The history of writing in Maldives can be traced back to over 1400 years. The oldest script, to be found, is on a block of coral with inscription on all four sides. These inscriptions, a mantra of Vajrayana Buddhism, are in the Southern Brahmi script of the Pallava period, 6th century AD.  Brahmi was an angular script, but it evolved into the rounded medieval Sinhala script (Maloney 1995). The original Maldives script, called Evala Akuru, finds its roots in the Brahmi script, dating the Mauryan times, which gave rise to both the Sinhala and Tamil scripts. Naseema Mohamed (2004) explains that in Maldives the Dhivehi alphabets, called akuru, have evolved over time with Eveyla, Dhives and Thaana being the main scripts. Until the late 18th century AD, Dhivehi was written in a script that had strong similarities to South Asian scripts such as Grantha, Elu and Vatteluttu. Although there were differences between earlier and later forms of the letters used in Maldivian writing, Dhivehi (Maldivians) called the old scripts Dhivehi or Dhives Akuru, literally meaning ‘letters of island people’.

The origin of the modern Divehi script, called Tana or Thaana, is difficult to pin point. Its establishment has been placed after the Portuguese interlude in the 16th century. The script is unique in its combination of features from both Arabic and Indian scripts. Divehi phonetic values have been given to Arabic numerals. While early Divehi scripts ran from left to right, Thaana runs from right to left. Naseema (2004) claims that with the rising trade and religious proximity with the Arabic world, and “the religious awareness of the time, and a desire to belong to the community of other Islamic nations, may have been one of the chief reasons for the change to Thaana.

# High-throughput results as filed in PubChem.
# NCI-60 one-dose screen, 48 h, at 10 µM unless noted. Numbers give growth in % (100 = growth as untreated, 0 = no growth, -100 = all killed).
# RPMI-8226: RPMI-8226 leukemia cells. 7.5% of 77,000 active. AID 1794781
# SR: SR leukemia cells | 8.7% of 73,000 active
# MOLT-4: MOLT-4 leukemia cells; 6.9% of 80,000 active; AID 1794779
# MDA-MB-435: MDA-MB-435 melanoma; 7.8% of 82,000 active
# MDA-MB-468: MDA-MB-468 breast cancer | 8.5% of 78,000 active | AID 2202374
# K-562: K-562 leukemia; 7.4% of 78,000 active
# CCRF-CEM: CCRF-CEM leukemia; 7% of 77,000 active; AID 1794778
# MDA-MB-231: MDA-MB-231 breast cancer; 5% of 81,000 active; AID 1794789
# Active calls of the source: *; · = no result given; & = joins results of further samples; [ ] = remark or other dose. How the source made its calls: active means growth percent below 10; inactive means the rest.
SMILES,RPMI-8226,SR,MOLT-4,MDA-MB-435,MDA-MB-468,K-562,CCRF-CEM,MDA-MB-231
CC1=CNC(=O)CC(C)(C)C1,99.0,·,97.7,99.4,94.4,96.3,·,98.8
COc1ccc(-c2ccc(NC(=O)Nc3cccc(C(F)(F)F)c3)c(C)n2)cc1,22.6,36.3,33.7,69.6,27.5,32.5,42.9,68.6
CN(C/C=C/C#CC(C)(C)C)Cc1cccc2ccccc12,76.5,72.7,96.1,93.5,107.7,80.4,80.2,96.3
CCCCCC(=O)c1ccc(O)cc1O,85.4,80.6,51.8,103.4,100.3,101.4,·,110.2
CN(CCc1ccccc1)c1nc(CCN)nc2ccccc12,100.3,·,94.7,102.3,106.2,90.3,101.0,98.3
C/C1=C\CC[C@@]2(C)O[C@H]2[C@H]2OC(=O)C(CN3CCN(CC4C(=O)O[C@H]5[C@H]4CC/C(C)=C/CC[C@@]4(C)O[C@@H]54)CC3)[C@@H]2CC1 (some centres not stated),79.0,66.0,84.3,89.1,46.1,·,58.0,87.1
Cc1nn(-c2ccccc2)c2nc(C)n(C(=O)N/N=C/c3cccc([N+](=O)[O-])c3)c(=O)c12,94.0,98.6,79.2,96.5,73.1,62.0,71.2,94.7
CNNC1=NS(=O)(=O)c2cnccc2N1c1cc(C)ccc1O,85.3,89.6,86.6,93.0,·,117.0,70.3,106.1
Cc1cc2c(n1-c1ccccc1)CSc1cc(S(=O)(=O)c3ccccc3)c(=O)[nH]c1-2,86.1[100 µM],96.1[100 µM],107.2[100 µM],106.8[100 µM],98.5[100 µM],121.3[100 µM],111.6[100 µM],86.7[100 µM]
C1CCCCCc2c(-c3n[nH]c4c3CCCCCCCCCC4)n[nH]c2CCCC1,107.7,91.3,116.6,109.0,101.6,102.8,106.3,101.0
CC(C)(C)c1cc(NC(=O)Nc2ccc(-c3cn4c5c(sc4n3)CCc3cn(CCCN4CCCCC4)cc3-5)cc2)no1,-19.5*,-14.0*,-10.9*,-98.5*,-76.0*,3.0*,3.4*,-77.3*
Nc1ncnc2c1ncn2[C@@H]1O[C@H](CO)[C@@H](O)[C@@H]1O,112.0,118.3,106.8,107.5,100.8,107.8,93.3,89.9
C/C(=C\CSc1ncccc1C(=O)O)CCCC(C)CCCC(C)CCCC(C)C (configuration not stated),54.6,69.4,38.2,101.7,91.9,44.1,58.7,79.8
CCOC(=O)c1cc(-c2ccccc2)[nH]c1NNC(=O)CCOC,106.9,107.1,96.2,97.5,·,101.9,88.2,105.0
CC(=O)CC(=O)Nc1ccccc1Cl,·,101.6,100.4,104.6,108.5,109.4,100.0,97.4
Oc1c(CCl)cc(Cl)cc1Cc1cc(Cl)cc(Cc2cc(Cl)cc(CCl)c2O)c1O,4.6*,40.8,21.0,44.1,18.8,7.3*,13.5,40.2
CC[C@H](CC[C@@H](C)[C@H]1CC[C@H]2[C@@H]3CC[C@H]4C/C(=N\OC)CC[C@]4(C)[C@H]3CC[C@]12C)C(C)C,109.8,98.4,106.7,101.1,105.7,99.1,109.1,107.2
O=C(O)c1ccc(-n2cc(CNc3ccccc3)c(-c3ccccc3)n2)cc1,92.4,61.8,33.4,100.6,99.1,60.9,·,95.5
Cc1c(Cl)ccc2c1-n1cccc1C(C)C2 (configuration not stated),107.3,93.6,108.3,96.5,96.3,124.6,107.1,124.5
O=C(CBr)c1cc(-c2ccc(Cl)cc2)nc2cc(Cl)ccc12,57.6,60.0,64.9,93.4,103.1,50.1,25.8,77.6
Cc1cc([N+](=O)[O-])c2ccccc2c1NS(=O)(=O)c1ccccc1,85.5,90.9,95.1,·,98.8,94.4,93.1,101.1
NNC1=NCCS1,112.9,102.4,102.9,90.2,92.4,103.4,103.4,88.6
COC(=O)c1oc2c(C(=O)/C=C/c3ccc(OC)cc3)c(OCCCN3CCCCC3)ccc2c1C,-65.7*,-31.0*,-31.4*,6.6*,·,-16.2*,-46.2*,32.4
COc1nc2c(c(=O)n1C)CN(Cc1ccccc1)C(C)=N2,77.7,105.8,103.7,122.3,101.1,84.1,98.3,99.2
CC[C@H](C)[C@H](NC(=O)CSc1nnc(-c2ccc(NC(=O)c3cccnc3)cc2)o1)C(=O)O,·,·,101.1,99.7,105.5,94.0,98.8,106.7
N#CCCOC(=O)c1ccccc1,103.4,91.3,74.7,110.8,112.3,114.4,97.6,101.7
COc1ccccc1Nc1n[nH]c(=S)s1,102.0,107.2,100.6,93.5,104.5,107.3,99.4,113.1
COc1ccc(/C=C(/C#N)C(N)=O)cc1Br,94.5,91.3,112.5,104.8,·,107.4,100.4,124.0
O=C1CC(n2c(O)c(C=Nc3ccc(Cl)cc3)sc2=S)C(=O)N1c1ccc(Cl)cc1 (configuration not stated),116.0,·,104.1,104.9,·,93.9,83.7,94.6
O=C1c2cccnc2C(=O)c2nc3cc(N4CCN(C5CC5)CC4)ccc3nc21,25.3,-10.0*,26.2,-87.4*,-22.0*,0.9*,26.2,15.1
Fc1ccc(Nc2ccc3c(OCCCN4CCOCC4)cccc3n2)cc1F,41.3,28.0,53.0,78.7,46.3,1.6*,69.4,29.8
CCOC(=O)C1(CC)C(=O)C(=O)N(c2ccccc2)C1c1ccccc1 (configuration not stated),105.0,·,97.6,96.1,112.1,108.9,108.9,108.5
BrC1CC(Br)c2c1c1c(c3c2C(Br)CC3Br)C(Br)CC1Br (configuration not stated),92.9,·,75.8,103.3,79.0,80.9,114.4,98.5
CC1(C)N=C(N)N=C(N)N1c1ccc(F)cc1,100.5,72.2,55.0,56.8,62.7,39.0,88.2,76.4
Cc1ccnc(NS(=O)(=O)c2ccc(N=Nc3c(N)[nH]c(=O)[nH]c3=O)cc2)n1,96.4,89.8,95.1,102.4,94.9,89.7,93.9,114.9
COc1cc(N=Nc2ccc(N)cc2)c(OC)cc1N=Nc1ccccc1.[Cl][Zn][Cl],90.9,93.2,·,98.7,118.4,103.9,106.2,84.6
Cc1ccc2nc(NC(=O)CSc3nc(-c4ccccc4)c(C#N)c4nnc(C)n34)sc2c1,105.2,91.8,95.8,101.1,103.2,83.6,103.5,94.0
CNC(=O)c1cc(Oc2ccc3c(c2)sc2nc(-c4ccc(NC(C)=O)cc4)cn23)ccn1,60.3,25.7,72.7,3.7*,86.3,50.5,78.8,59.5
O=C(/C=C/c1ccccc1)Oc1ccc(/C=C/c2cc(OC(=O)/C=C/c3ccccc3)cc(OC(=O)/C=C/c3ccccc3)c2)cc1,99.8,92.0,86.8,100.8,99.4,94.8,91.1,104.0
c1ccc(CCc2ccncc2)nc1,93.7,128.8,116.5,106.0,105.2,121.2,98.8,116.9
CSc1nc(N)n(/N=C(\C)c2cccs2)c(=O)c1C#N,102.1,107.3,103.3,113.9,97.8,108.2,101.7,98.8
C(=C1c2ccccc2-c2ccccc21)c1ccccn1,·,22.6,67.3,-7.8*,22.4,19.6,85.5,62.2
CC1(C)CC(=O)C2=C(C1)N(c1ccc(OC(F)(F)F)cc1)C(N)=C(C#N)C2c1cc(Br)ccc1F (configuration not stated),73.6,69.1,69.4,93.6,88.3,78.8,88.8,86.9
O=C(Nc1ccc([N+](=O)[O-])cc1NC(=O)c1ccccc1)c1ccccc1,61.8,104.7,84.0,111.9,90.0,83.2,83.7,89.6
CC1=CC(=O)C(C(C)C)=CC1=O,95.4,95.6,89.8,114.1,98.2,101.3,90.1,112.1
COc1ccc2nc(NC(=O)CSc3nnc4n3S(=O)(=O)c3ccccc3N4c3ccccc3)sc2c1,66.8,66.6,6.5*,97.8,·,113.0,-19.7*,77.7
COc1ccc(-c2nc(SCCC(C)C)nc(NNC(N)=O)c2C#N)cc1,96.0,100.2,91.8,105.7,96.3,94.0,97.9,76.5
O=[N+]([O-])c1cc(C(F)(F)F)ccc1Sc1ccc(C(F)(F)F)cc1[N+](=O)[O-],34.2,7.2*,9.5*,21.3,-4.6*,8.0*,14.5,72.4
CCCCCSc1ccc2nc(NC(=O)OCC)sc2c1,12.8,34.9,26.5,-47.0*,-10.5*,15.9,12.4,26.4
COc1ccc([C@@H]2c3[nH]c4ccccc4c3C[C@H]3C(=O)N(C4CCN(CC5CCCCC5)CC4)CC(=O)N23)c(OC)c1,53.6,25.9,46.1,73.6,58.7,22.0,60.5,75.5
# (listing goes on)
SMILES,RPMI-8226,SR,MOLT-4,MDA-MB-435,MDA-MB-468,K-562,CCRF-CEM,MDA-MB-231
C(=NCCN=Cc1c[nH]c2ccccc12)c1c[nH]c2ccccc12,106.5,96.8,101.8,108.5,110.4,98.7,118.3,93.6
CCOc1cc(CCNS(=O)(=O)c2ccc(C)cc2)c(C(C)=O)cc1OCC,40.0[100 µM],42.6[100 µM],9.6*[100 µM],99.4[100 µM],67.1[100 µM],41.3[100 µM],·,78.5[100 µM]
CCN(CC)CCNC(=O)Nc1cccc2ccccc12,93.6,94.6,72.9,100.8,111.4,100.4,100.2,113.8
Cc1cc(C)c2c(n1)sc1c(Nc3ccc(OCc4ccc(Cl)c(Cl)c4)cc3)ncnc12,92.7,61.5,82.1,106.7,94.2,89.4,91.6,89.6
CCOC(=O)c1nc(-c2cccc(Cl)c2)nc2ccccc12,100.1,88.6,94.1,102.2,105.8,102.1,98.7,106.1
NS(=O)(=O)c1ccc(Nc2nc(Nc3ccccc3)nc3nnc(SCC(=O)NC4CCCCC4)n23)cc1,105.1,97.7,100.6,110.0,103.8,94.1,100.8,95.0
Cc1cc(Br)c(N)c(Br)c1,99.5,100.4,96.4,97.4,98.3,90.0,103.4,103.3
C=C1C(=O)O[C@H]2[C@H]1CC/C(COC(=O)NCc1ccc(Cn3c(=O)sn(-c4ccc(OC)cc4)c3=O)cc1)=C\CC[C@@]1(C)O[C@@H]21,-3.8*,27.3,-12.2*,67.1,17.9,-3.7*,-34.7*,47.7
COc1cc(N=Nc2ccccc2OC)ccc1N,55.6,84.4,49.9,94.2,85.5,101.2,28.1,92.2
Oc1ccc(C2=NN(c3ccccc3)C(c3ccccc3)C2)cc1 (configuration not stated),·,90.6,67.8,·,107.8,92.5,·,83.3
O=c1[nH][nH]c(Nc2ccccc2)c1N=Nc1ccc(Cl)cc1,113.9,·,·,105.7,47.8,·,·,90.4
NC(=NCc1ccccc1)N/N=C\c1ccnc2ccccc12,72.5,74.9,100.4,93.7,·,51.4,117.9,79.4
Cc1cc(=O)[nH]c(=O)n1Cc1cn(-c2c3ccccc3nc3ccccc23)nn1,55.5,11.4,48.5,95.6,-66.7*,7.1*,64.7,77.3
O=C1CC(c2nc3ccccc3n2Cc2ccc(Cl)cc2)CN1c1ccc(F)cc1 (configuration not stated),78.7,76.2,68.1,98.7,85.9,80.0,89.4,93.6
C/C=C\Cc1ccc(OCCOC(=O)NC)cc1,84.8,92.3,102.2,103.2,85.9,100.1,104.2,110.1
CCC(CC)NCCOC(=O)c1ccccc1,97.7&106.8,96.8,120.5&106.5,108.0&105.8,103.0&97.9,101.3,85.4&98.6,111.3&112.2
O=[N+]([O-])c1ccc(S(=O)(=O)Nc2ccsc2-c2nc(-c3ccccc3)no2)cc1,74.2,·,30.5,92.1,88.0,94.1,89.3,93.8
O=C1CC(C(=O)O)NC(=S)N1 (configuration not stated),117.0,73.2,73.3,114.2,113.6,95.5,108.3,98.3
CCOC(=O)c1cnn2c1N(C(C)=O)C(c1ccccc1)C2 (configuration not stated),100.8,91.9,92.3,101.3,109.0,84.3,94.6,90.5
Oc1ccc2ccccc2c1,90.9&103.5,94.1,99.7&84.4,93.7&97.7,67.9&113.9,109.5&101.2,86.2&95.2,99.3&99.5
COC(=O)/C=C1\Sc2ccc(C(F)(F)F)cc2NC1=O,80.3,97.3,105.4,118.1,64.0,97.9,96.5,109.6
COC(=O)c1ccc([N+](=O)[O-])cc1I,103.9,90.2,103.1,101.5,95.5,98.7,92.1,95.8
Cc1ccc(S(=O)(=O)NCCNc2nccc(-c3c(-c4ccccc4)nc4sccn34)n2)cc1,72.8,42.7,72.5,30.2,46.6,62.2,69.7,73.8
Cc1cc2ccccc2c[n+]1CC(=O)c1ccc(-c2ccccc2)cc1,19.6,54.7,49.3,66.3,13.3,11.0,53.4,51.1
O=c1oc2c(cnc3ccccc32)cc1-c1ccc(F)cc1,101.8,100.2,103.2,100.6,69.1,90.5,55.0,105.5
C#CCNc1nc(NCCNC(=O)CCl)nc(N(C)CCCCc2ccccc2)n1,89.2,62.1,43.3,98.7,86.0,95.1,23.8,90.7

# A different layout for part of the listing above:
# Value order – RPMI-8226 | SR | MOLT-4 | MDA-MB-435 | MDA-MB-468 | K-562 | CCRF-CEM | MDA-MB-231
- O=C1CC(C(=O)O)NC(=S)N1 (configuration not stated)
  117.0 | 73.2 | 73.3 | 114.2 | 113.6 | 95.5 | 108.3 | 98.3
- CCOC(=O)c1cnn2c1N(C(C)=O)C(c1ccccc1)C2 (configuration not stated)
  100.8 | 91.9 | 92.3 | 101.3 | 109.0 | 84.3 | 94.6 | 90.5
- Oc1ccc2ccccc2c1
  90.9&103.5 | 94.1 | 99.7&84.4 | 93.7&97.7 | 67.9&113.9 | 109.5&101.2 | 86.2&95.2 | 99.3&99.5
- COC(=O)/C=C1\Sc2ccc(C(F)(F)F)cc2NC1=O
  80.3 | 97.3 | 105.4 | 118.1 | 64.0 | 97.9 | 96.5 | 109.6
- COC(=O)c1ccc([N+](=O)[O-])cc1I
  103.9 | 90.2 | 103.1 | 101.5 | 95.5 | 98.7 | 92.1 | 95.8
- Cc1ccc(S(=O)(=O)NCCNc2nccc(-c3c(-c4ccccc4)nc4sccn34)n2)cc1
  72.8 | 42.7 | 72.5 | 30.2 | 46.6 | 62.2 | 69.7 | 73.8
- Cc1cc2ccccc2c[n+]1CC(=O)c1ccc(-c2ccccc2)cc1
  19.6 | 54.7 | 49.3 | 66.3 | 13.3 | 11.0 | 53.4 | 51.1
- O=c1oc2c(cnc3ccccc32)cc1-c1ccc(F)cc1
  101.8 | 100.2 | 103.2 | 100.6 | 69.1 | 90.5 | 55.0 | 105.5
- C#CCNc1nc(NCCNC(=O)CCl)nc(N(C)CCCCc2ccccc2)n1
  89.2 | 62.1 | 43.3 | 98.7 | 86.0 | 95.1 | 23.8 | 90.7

Traditions & Rituals

Maldivians share a great sense of family; men, women and children come together in the preparation of food, decoration and entertainment during the planning of festivals. Celebration in Maldives will witness the blend of the traditional and the contemporary. Parades during festivals and days of national importance also play a vital role in city life.  Intensely proud of their nations, Maldivians proudly bring out there national flag during the parades.

The presence of a drummer is a key feature in the life of the Maldives; along with the dancers and the singer they are present on all important family occasions like marriage and circumcision.

All festivals are followed by feasts with dishes like the Gula (fried fish balls with tuna and coconut), kuli boakiba (spicy fish cakes), foni boaika (coconut milk and rice pudding), and kiru Sarbat (sweet milk drink).

Folktales in Maldives: The island nation has a rich tradition of folkltales. These stories help us understand the nature of the society and time in which they developed.

Legend of Koimala: According to a Maldivian epic, Koimala, a prince from India, is said to have come bringing with him his royal lineage, landed on a northern atol, and then made Male his capital. The people of Giraavaru spotted his vessel from afar and welcomed him. They allowed Prince Koimala to settle on that large sandbank in the midst of the waters. Trees were planted on the sandbank and it is said that the first tree that grew on it was the papaya tree. As time went by the local islanders accepted the rule of this northern prince.